Wear your good clothes now!

Y’all

*adjusts brooch*

This one here is long and deep and…it was just supposed to be about clothes.

I just came back to Trinidad after 4 years of study in Edinburgh, Scotland…it’s hot. Anyway, yesterday I opened the kitchen cupboard looking for a fork (because I was tending to my bottomless appetite) and I discovered some new cutlery. I made a comment about it and my mother informed me that they were not new but had been purchased and packed away for about a year now.

That little account in the paragraph above is a microcosm of my life experience. I have moved quite a bit during during my life and the mentality of my mother was: ‘we do not own this house, therefore we will not invest any substantial effort into decorating and we will not bring out the fine china’

‘We will do this when we get our own house’ became my mother’s mantra.

To an extent, this made sense but I got the feeling that my life was being put on hold. Curtain sets and fancy cutlery were packaged away and we never made connections with our neighbors. There was always sense of transience and non-commitment to our present situation. I adopted and carried this non-committal attitude all other aspects of my life.

What did this mean?

It meant that I did not LIVE. I did not appreciate the immediacy of the present moment. I remained in ‘rehearsal mode’, thinking that I would have to start again, so giving a half-assed effort in everything…relationships, academics, even hobbies. This laissez-faire attitude also affected how I presented myself. I wanted to look good but I didn’t think that making an effort and dressing up was justified. I was always waiting on that party or graduation, that big special date that never came.

Well you know what, I’ve realized that EVERYDAY is special, and my outfits reflect this new found belief. Time and effort should go into my outfits and my overall presentation. Anticipating people’s opinions and disapproval also acted as a hindrance for me to dress up. I would always think ‘what if they say something’. My attitude is changing to ‘of course they’ll say something Asha…you look great!’ 😉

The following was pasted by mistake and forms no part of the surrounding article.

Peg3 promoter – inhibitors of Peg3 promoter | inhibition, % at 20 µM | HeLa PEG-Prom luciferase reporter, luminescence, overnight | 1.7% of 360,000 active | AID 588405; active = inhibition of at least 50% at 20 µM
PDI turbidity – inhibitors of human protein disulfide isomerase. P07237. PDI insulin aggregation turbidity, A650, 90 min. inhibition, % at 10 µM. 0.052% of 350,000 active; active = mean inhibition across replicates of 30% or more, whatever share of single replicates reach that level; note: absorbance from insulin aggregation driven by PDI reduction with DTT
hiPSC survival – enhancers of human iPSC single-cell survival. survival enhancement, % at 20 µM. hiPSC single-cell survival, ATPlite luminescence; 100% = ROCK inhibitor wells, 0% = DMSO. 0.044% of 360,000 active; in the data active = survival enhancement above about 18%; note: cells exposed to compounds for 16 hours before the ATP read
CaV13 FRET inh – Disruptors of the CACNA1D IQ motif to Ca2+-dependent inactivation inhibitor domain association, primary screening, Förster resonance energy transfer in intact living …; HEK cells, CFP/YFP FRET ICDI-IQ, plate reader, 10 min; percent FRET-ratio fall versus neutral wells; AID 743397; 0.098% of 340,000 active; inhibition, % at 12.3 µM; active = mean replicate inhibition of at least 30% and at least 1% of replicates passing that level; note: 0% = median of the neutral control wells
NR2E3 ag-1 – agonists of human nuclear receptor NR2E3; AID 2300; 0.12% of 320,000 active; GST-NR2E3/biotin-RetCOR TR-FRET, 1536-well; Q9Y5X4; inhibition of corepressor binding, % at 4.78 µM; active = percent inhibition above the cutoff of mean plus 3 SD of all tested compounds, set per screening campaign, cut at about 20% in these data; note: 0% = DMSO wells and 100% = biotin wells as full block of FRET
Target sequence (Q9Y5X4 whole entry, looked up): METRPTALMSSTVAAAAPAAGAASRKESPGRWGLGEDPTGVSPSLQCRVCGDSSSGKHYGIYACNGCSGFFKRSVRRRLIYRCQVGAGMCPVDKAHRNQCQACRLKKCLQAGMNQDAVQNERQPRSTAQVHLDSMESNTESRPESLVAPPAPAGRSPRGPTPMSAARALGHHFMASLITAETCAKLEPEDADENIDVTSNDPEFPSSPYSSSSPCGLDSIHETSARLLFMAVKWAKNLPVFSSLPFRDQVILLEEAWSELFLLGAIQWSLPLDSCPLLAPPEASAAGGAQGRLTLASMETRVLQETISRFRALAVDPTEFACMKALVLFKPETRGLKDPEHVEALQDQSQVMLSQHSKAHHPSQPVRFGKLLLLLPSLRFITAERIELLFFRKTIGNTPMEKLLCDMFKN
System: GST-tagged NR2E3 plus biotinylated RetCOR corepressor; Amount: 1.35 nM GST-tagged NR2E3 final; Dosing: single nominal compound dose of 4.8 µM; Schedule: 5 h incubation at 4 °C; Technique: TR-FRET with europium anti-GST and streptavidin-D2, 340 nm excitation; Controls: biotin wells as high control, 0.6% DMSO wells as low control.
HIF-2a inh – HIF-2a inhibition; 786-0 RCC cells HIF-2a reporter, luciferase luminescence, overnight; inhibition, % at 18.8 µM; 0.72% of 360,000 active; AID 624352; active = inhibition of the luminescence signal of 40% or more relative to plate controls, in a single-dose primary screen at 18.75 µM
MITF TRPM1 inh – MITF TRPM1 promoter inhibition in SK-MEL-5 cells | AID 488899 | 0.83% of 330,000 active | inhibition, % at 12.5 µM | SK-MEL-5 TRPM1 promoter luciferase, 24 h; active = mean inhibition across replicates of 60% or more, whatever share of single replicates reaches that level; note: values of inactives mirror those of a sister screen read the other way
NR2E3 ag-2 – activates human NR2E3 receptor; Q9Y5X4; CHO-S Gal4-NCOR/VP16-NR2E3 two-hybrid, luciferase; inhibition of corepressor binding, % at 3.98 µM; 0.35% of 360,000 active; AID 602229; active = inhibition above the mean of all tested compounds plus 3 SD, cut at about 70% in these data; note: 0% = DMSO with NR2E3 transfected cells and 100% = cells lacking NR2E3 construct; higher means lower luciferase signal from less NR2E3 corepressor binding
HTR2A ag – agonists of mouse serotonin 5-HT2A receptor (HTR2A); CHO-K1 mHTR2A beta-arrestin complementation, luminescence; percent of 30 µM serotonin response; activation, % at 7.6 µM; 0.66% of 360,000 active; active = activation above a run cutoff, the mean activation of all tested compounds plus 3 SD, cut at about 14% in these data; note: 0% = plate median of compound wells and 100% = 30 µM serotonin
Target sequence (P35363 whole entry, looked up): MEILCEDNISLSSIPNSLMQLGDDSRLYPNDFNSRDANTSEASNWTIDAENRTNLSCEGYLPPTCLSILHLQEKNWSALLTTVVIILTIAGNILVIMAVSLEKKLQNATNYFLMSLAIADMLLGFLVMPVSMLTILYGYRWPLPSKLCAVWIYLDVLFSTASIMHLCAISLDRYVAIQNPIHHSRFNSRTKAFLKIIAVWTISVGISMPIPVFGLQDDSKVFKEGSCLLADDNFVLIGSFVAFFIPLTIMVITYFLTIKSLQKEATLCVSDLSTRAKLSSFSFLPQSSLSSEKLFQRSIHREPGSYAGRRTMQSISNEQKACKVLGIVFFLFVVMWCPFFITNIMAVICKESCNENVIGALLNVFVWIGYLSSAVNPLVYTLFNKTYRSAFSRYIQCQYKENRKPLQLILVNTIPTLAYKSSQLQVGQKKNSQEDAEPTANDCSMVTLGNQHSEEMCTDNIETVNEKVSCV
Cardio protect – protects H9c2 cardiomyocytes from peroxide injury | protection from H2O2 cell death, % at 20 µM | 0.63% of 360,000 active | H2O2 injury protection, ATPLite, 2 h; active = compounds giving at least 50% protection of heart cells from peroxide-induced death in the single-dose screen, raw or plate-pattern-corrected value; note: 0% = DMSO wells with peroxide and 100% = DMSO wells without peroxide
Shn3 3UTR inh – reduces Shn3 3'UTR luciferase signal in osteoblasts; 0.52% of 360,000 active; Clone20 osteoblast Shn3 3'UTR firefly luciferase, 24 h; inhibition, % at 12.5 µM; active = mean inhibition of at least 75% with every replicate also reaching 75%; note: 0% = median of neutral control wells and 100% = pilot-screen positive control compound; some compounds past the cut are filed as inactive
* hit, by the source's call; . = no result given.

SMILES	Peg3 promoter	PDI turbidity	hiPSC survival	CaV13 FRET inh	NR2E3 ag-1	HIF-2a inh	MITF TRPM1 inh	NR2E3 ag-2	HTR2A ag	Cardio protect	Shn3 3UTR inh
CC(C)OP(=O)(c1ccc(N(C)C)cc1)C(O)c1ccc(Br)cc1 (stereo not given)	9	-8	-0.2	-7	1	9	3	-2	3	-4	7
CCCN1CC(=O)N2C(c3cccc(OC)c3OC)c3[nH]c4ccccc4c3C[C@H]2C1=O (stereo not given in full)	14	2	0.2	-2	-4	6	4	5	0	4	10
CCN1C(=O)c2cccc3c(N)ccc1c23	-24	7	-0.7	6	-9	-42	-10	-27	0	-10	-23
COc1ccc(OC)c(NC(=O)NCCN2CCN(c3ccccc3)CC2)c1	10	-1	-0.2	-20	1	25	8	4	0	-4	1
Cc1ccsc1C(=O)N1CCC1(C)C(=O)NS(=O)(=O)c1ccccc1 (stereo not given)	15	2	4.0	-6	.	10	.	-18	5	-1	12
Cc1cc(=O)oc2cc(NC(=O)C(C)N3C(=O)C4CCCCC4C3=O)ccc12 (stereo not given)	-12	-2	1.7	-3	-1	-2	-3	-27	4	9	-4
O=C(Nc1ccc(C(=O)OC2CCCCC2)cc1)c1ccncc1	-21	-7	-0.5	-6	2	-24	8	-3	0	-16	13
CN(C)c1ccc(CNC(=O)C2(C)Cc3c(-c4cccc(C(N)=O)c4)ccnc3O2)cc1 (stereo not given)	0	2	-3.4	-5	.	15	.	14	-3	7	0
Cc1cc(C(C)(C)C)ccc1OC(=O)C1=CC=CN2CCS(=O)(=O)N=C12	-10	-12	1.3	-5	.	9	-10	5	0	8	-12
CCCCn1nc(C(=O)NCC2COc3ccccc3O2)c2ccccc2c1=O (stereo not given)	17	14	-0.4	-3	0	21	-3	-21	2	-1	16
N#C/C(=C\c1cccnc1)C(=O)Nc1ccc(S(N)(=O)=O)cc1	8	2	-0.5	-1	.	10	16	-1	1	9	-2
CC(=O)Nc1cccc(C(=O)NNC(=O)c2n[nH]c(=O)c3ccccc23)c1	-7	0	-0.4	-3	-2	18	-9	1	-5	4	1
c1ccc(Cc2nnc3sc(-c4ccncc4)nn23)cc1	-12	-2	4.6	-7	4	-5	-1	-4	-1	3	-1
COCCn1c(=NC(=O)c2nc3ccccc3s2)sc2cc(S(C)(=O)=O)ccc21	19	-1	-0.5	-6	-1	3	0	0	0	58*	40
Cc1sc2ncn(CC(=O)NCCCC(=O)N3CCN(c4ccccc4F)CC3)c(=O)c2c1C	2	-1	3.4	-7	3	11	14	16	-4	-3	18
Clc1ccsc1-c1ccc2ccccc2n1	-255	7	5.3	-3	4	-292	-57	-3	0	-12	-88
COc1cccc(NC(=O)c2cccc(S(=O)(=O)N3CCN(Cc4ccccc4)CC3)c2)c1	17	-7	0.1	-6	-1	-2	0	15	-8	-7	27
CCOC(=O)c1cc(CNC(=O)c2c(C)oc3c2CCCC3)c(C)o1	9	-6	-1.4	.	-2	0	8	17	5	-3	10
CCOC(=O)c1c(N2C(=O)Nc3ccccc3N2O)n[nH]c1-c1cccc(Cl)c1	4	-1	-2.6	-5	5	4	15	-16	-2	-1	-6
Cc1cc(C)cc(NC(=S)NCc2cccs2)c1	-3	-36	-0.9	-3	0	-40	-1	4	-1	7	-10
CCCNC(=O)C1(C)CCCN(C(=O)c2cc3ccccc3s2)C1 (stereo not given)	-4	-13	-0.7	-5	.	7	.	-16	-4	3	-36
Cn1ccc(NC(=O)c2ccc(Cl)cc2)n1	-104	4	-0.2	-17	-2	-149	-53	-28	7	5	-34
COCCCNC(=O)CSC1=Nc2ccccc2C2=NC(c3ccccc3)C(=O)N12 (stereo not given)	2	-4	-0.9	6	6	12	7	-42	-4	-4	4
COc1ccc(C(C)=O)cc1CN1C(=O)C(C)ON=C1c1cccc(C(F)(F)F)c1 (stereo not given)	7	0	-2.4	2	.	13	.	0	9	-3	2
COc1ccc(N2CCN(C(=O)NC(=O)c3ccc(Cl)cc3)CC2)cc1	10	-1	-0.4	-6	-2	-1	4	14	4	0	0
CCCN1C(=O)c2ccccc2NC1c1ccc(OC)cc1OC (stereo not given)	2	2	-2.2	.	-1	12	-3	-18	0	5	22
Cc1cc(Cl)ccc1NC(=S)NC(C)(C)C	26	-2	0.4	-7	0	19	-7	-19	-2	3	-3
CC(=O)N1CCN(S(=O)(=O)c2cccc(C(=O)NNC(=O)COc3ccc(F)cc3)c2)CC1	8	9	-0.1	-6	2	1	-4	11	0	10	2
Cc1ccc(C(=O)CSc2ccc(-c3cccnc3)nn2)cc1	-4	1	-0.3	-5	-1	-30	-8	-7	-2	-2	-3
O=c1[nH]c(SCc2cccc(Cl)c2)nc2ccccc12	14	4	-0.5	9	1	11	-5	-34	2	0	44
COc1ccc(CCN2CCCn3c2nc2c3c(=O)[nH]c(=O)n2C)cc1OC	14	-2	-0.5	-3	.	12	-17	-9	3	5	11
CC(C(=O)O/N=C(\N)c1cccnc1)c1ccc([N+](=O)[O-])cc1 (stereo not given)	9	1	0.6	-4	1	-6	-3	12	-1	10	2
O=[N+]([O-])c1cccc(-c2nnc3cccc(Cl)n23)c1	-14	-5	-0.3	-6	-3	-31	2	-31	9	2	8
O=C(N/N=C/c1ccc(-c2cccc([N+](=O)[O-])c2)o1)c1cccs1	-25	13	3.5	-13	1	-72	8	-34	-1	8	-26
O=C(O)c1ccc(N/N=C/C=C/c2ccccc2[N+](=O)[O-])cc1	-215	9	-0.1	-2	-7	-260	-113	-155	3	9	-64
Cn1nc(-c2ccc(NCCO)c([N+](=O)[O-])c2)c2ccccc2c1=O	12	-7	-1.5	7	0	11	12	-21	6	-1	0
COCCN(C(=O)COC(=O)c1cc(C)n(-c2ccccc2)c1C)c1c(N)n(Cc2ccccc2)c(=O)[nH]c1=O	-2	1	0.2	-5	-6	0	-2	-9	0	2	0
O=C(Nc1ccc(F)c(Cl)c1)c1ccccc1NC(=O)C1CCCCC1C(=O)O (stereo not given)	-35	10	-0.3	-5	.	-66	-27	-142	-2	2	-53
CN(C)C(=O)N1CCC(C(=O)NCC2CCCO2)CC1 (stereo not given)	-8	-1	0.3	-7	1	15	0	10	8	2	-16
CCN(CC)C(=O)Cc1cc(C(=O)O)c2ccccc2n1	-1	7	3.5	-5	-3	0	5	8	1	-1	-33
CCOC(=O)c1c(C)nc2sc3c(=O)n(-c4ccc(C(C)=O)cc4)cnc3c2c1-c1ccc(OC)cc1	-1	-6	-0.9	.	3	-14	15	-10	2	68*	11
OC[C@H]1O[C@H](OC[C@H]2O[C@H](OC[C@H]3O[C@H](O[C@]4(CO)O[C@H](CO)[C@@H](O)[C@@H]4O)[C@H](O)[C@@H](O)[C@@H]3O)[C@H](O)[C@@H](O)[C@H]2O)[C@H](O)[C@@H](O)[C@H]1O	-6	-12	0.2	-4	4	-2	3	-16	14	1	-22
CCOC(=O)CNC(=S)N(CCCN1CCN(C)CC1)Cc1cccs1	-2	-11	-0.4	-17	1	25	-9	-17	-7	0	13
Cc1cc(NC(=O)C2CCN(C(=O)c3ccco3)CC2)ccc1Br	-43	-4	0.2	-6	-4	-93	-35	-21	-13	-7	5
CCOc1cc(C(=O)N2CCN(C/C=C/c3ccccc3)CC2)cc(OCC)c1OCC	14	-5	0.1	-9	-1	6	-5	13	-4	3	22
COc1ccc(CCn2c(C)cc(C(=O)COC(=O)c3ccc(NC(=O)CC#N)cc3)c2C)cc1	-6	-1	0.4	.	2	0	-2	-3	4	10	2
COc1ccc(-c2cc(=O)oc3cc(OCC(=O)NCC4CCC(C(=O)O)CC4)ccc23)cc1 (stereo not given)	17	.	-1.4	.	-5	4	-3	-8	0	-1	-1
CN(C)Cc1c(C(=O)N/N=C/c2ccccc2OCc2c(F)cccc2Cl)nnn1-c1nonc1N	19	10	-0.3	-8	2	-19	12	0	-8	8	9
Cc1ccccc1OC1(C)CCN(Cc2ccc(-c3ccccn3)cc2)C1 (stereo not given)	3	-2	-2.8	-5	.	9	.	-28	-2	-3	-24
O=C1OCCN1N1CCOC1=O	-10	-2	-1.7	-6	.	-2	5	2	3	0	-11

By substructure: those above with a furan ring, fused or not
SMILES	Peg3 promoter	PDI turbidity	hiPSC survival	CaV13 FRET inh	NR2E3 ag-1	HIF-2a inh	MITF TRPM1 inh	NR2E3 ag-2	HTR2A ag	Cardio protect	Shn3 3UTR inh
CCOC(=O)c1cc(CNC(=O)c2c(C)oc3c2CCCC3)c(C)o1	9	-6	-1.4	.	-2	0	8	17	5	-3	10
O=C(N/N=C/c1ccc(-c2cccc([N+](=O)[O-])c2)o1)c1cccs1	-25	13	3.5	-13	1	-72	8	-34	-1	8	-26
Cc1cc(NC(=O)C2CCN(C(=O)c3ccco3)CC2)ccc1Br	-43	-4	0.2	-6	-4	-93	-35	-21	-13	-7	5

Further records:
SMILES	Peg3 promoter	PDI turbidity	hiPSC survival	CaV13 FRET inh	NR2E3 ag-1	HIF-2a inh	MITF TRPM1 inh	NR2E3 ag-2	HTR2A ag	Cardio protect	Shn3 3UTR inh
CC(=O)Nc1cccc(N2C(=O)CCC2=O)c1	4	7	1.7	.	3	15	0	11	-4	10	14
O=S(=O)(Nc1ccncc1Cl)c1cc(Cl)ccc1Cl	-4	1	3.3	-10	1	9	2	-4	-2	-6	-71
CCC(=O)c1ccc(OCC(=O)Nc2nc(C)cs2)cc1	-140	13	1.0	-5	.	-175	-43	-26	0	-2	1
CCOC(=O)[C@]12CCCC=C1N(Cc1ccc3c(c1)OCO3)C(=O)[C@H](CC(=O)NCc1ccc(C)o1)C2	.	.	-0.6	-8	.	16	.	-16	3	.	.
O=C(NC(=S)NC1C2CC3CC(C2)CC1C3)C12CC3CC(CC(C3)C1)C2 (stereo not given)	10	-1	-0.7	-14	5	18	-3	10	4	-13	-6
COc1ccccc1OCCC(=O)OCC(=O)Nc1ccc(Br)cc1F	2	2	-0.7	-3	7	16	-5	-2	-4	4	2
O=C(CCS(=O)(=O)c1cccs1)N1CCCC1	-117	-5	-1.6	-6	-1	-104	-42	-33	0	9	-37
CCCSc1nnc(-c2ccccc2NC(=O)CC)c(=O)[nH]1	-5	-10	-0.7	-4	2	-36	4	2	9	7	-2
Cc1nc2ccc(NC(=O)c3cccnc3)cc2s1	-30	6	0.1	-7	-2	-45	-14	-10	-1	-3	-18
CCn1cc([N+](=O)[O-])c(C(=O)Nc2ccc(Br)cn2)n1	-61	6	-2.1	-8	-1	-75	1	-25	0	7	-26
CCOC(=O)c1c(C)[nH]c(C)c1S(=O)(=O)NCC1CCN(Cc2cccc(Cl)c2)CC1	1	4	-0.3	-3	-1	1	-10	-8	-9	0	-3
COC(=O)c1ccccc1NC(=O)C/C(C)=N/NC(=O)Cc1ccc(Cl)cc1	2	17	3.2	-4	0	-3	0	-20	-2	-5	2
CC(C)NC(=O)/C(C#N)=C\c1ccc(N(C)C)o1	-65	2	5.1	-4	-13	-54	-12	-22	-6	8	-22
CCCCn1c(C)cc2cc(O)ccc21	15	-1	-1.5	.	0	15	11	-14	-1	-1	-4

*Preach* Build your confidence and establish your sense of self worth outside of what people think. I am not delusional though…you HAVE to surround yourself with positive, uplifting people. Negative opinions, especially if that’s the overwhelming majority of what you’re exposed to can affect your psyche. It always helps to have a dedicated cheerleader in your corner. Thanks Nico :)…and Darlene

On the topic of cheerleading and positivity…We probably all know someone who finds it hard to give compliments. This unwillingness is usually not because of great expectations or insurmountable standards but it is because this person harbors a deep sense of insecurity. I have found that an unwillingness to compliment others is usually a symptom of low self-esteem.

If I’m dressed to the nine (looking good) and your response is to look me up and down without any positive acknowledgement of my appearance…as if acknowledging that I look fabulous is akin to me eating your slice of cake…you have a problem. There is room for all of us to be great, which is why we are all here. God is good and why would you have defied the odds of conception and survived this long to be in constant competition with someone that you can never be? God is not a god of confusion, and trying to be someone that you are not ‘don’t make no dam sense.’

*back to my wardrobe*

On a practical level, I found that buying my clothes at charity chops (second-hand stores) made it easier to wear my ‘fancy clothes’. The fact that they were already worn removed the novelty of them. I felt that they already ‘had their time to shine’…and there was no nagging voice in my head saying: ‘you must wear your clothes properly’ which translated to ‘save your fancy clothes until you are too fat to fit them.’

Flower girl in a secondhand dress. In Princes Street Gardens

Flower girl in a secondhand dress. In Princes Street Gardens (Photo credit: Merilyn Cole)

If you still need an excuse or a push to dress up as you would like if you don’t buy from second hand shops because you have a phobia that people died in the clothes. I know of someone who had that phobia. Then you can always use your camera (or your boyfriend’s camera) as an excuse. Dress as if you’re always gonna have impromptu photoshoots!

Yes, I am laying down on the grass, looking through flowers and YES, you are ok with it.

Yes, I am laying down on the grass, looking through flowers and YES, you are ok with it. Cramond Island (Photo credit: Nicolas Rinaldo)

What I have found is that as I experiment more with clothes, I am less pressed about dress codes and public opinion. If I want to dress up…I will, If I don’t want to dress up [this is rare]…I won’t. If I want to wear a £7 dress to a £50 Graduation Ball, I will, and I will be fabulous and I defy anyone to say otherwise. 😛

I begin to care less about what people think of me and care more about…people. Also, as I have decided to LIVE, I recognize how important human connections are, how important it is to take life seriously as a time sensitive gift from God to forgive myself for mistakes and dare I say expect to make them…aaaaaaaaaaaaaand swallow my pride.

*Last words*

Take a selfie. Do it for your grandkids so they can see how sexy you were back in the day.

Never apologise for a selfie. In Princes Mall after a professional

Never apologize for a selfie. In Princes Mall after a professional photo-shoot (Photo credit: Mary G)

Life is meant to be lived.

Now, lemme go pluck my chin hairs.

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